Reduction in population growth rate welcome

20 December 2019

Media Releases 2019

Sustainable Population Australia (SPA) has welcomed the reduction in Australia’s annual population growth rate from 1.6 per cent to 1.5 per cent over the past quarter.

The Australian Bureau of Statistics (ABS) released its figures for the year ending 30 June yesterday. They showed Australia’s population in June was 25,364,300, an increase of 381,600 people over the previous year. Natural increase had increased slightly (0.5 per cent) as had net overseas migration, but only by 100, to 238,300 people.

SPA National Vice-President, Ms Jenny Goldie, says that the trend of the growth rate downwards is welcome though remains more than twice the OECD average.

“It is still a very high growth rate for a developed country,” says Ms Goldie. “Net overseas migration of close to a quarter million is way too much for an arid country such as ours, one that is getting even more arid under climate change.

“We should be aiming to stabilise our numbers for the purpose of achieving ecological sustainability. That requires both low immigration and low fertility. While current fertility is now 1.74 births per woman, we are not yet seeing that reflected in the natural increase (births minus deaths) figures.”

Ms Goldie says for too long economists have dominated the population debate, claiming a bigger population is needed for a bigger economy.“A bigger economy does not necessarily translate into bigger GDP per capita, and does not take into account the downside of population growth such as crowding, congestion, pollution and loss of habitat for other species,” she says.“What we need is for the population debate to be dominated by ecologists for a change; by people who have some appreciation of the real carrying capacity of this country.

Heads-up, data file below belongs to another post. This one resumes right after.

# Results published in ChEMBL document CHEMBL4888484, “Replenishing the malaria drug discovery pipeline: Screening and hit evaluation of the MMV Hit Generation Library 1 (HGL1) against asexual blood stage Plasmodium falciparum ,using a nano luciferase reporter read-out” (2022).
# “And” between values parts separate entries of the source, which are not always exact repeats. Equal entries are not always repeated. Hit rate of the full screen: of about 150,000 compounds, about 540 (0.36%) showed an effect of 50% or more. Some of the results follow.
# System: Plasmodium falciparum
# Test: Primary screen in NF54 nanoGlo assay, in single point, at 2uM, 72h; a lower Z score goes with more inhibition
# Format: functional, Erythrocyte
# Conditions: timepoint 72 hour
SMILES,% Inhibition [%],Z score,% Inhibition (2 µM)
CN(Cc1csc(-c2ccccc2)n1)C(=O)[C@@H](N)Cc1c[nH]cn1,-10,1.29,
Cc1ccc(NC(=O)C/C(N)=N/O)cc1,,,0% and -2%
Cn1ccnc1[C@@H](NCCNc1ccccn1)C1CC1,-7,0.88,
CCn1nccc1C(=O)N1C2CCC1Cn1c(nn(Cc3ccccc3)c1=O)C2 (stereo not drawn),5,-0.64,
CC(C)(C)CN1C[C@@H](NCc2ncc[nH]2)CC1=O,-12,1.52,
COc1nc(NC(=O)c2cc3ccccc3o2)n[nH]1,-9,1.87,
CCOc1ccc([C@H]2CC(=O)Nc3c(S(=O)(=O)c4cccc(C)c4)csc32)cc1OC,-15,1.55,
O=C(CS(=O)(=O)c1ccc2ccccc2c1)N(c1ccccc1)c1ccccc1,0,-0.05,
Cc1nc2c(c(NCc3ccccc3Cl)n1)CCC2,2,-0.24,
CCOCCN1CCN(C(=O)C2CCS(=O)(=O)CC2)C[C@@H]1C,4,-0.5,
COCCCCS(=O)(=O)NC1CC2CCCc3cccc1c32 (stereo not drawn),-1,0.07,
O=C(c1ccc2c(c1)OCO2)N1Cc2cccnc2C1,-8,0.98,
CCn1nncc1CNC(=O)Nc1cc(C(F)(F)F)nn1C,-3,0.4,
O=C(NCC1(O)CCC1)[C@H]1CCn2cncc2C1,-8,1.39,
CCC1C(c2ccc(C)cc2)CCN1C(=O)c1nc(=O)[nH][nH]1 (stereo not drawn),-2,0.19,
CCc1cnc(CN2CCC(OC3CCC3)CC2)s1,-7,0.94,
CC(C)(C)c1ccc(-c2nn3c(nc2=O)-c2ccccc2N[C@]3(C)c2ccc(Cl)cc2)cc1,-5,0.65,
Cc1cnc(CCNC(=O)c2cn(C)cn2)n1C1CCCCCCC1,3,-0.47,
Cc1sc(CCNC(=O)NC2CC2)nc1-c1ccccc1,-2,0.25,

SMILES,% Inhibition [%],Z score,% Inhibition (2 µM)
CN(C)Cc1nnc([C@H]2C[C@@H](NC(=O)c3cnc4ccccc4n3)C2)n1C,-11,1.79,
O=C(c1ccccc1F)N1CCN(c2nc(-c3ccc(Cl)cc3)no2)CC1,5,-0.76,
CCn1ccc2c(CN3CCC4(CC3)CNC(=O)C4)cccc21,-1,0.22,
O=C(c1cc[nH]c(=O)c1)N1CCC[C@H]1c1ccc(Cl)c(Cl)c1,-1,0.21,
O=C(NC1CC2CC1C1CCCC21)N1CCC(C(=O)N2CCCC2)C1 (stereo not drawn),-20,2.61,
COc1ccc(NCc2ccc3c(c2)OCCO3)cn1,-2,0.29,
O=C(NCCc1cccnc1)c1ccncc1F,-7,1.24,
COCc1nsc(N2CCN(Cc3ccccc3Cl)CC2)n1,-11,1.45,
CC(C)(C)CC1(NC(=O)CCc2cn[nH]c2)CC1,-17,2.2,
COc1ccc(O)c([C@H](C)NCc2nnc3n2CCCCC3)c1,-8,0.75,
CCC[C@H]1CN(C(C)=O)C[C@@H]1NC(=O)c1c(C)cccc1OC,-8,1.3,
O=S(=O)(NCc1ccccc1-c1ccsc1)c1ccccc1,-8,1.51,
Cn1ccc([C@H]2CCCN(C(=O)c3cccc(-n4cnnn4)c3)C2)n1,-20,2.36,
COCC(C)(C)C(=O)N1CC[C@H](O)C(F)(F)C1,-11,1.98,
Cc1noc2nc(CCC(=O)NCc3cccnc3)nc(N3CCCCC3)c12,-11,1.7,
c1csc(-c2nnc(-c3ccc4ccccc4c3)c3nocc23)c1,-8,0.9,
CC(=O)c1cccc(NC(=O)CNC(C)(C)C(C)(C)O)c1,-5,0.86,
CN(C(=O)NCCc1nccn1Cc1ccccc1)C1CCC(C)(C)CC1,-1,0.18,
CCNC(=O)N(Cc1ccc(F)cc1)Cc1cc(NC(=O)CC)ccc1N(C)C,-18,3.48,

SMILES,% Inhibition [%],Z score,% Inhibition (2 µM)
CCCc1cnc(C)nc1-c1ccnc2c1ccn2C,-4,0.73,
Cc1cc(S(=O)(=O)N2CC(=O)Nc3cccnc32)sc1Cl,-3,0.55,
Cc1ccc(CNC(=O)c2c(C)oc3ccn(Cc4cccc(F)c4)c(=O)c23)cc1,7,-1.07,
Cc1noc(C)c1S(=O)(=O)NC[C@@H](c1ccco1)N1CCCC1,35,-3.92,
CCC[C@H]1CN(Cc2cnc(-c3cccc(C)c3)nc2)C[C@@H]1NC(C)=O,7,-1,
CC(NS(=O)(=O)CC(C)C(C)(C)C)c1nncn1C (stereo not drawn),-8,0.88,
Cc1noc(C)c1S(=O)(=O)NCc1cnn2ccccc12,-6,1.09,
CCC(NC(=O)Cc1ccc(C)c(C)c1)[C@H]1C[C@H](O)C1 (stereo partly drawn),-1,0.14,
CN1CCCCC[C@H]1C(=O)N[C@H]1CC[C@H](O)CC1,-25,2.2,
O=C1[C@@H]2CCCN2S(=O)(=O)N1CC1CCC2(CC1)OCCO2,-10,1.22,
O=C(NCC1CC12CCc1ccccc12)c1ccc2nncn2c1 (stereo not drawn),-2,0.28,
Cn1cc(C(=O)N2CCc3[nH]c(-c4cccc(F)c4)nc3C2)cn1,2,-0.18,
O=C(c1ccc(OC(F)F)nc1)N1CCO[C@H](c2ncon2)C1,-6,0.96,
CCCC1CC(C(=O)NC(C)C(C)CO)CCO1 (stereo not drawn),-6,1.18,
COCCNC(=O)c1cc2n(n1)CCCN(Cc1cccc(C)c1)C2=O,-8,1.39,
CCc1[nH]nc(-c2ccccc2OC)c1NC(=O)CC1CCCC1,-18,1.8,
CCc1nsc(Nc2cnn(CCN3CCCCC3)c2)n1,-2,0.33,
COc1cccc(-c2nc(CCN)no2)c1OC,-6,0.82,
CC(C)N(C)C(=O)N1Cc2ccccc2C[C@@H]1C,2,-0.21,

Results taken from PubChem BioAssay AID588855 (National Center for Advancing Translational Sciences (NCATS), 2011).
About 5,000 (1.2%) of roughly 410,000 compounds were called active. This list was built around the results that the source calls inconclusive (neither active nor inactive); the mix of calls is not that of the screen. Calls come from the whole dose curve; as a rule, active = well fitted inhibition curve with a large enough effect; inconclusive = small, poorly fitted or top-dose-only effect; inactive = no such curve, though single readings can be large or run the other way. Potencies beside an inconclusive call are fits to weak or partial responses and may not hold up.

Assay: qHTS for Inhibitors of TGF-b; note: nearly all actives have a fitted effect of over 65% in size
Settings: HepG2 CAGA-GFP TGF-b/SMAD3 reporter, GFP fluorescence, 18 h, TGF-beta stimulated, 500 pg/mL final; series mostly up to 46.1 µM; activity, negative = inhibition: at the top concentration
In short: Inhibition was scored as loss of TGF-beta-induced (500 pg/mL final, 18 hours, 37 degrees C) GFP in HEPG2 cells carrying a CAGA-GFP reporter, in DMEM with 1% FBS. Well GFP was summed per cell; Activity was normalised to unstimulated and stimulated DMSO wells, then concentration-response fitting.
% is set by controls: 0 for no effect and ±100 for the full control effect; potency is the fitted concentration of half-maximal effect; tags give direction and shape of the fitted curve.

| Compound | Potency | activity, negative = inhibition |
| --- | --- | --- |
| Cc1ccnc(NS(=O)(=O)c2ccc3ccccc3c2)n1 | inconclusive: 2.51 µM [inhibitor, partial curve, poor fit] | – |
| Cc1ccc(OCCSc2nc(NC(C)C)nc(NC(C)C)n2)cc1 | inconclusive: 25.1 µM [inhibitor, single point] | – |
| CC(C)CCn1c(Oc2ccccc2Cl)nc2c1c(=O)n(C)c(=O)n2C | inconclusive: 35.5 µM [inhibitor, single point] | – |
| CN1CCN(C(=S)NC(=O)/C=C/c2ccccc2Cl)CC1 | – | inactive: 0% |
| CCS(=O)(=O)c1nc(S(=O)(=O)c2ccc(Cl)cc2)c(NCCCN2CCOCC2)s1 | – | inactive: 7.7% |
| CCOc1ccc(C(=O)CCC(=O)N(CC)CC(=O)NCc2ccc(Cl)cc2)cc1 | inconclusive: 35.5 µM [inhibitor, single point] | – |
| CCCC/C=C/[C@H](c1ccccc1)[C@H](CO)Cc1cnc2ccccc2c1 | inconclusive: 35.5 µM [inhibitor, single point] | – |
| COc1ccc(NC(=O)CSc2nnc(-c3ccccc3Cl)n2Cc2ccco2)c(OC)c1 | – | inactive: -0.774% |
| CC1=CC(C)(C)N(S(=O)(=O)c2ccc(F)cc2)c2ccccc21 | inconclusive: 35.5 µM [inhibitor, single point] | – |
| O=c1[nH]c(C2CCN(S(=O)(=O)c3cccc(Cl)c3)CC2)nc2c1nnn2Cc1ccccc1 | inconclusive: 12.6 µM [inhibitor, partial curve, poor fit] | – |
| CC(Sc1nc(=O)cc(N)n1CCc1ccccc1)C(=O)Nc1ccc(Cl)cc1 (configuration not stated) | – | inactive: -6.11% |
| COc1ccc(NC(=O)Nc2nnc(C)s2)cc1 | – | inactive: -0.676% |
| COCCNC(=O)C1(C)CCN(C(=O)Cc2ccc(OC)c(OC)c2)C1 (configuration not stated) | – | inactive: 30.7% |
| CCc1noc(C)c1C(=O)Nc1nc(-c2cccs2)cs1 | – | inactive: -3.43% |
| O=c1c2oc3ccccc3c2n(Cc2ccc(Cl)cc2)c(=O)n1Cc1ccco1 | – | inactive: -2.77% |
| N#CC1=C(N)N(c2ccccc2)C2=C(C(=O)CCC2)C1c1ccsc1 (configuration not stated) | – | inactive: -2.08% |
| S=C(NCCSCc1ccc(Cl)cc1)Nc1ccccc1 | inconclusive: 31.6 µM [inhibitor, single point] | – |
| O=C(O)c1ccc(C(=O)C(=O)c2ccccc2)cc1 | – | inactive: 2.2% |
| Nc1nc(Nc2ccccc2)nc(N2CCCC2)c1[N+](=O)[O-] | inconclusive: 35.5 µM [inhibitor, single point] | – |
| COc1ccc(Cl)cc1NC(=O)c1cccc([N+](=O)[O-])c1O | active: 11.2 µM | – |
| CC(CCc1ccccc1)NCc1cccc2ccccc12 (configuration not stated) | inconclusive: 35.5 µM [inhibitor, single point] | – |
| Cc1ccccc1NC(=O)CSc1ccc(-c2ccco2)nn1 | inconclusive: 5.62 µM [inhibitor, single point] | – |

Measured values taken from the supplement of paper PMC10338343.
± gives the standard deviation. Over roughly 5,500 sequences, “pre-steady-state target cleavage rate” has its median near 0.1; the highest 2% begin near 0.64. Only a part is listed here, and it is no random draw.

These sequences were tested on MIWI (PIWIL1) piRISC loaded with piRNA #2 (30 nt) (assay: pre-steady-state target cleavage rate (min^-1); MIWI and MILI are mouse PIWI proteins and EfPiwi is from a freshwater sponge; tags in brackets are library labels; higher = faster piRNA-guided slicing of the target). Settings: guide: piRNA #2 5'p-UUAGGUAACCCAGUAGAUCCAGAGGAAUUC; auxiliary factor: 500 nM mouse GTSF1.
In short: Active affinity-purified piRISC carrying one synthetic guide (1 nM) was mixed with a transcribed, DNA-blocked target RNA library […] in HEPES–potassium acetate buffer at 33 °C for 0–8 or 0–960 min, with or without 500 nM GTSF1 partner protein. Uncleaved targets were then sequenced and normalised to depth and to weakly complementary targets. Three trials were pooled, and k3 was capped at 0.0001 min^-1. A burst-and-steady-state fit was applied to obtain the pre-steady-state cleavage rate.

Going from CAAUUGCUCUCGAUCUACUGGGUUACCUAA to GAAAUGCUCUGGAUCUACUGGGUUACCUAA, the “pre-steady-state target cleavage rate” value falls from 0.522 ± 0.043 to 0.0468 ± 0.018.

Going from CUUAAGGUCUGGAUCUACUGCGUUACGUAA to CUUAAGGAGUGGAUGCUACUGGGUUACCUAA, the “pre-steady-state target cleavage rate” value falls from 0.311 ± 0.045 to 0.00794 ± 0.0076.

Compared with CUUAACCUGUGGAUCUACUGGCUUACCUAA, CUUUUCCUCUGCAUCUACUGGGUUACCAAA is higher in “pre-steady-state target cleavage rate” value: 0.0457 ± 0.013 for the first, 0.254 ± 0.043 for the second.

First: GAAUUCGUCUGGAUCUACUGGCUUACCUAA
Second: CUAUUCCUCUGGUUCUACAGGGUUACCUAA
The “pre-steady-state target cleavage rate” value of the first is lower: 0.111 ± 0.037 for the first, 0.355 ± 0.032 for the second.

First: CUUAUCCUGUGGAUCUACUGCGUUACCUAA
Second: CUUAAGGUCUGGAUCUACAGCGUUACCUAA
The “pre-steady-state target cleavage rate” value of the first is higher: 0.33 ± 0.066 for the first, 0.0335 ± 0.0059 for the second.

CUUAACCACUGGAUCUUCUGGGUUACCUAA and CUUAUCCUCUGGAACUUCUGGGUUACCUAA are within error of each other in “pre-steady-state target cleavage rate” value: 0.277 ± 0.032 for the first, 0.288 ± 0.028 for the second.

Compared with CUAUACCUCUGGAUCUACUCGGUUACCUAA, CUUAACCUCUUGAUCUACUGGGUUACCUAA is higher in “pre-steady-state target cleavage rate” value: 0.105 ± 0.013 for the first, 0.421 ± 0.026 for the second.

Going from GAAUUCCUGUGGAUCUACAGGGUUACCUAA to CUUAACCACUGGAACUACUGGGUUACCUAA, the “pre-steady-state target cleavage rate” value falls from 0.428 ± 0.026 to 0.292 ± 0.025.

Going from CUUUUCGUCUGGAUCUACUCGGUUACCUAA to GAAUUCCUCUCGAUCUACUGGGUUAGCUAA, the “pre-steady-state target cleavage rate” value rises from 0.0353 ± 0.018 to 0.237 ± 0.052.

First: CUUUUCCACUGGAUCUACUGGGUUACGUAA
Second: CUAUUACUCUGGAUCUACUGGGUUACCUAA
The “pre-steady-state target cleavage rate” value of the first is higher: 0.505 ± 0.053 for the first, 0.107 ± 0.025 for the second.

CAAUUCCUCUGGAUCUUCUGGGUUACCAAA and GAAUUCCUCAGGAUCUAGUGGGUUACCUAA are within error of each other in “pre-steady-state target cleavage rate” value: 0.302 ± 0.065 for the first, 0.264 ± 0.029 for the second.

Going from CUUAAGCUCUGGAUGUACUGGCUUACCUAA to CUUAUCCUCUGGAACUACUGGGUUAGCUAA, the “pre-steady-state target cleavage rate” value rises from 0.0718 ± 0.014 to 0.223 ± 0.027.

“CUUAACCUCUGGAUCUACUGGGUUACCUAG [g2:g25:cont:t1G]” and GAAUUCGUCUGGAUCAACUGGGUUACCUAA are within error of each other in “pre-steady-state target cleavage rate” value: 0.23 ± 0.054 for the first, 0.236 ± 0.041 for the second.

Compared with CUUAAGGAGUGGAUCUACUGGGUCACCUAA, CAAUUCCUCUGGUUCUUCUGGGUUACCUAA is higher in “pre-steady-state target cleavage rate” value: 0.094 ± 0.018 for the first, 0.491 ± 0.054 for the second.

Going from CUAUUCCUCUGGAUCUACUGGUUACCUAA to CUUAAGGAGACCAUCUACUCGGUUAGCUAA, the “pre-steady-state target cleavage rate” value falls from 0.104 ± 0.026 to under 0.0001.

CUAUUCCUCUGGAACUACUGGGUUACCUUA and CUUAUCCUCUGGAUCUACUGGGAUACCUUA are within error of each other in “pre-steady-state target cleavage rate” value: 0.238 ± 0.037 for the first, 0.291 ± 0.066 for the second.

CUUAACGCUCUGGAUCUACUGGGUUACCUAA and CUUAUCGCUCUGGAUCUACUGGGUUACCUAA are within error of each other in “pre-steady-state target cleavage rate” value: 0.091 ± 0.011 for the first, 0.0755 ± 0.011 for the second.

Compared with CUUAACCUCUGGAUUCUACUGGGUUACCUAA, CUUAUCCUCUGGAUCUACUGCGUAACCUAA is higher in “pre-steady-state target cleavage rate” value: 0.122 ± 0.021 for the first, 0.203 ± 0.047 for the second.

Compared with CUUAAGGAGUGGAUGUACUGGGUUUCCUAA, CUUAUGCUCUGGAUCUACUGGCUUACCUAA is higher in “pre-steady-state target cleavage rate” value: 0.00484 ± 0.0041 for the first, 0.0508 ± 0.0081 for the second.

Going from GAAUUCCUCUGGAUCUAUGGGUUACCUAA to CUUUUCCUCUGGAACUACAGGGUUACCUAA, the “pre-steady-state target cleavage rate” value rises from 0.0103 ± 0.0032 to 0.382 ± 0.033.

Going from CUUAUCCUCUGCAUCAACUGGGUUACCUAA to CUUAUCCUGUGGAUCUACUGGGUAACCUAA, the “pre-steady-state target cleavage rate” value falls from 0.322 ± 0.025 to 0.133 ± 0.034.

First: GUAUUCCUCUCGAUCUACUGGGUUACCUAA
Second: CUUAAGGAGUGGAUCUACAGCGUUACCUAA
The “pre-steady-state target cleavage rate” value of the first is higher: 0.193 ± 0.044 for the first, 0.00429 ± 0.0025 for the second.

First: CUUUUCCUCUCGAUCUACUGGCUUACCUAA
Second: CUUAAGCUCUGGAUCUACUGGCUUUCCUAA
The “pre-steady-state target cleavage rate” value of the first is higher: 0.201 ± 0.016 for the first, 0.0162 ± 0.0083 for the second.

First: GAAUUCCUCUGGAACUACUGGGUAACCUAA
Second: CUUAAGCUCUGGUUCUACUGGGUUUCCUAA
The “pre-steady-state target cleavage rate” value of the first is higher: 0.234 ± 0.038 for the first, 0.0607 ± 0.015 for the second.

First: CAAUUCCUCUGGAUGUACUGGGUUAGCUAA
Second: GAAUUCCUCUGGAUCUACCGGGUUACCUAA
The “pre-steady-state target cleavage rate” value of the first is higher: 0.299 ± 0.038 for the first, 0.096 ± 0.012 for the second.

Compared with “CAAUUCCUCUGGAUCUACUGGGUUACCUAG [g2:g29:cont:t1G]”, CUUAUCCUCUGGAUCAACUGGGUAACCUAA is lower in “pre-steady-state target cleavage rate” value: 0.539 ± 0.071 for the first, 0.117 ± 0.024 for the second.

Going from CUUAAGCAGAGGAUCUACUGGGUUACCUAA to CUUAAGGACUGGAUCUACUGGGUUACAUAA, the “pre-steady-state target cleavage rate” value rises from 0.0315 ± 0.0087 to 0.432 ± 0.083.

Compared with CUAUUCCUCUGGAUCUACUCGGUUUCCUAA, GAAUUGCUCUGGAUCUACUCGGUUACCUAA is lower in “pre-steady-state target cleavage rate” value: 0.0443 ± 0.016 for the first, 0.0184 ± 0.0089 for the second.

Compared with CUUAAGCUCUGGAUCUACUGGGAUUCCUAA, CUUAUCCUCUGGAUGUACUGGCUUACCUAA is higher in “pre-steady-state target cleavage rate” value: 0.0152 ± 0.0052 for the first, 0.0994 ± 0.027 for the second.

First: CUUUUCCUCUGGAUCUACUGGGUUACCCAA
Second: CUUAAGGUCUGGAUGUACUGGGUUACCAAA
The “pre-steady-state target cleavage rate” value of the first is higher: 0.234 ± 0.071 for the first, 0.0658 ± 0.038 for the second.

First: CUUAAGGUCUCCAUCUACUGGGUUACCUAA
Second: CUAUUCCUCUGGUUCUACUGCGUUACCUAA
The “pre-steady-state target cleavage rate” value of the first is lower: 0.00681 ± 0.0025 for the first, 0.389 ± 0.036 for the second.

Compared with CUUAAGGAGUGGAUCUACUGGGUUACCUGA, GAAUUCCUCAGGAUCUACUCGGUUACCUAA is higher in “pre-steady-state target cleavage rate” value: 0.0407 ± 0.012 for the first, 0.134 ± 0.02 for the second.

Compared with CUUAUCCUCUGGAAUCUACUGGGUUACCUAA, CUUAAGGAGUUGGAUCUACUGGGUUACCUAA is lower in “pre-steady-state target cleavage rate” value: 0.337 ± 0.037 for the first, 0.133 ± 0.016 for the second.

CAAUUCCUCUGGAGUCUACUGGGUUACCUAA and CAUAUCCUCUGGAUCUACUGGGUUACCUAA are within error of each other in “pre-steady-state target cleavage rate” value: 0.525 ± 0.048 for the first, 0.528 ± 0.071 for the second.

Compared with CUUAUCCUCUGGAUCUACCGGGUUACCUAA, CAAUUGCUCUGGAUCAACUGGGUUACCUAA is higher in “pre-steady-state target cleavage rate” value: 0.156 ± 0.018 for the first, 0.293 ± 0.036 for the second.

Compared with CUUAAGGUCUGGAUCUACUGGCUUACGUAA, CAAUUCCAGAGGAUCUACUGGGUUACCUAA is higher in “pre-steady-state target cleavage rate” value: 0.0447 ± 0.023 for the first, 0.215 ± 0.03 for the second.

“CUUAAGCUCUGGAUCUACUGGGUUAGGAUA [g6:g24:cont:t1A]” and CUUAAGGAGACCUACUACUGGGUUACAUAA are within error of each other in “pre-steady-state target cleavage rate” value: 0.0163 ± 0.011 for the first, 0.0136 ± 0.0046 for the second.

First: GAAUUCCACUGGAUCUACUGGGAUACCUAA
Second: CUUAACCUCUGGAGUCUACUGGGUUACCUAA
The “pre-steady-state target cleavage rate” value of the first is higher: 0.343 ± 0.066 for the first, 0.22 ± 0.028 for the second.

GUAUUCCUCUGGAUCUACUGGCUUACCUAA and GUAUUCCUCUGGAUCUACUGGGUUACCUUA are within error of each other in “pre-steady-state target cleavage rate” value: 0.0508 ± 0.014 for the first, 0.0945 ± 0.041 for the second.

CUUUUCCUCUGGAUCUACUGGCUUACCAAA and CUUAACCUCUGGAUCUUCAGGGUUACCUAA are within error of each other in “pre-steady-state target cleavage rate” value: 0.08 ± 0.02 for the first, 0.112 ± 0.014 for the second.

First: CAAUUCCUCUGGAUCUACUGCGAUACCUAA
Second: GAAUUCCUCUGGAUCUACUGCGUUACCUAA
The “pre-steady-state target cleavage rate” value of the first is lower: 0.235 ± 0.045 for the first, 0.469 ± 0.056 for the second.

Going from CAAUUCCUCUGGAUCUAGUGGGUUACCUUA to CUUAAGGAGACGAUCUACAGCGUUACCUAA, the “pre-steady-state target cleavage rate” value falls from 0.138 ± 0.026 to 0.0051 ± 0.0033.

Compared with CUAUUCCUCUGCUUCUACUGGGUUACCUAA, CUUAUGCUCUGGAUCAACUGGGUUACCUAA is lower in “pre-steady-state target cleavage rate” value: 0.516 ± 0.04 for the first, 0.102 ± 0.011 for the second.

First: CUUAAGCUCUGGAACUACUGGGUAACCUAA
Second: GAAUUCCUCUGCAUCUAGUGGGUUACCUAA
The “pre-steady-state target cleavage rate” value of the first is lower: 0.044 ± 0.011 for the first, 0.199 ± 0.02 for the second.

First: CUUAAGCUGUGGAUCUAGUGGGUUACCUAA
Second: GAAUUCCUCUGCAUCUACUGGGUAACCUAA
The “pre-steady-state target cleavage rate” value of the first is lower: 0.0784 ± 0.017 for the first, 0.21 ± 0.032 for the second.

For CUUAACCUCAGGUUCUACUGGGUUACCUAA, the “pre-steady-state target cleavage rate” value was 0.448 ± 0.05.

“We also need a new population debate; one that takes into account climate change. There are many parts of Australia that are becoming uninhabitable because of increasing temperatures and dryness. Droughts, like the current one, will become commonplace with dire impacts on agriculture.

“We certainly can’t grow beyond our capacity to feed ourselves. On current trends, we are heading for 3.6 degrees warming, a scenario that will wipe out most agriculture on mainland Australia.”


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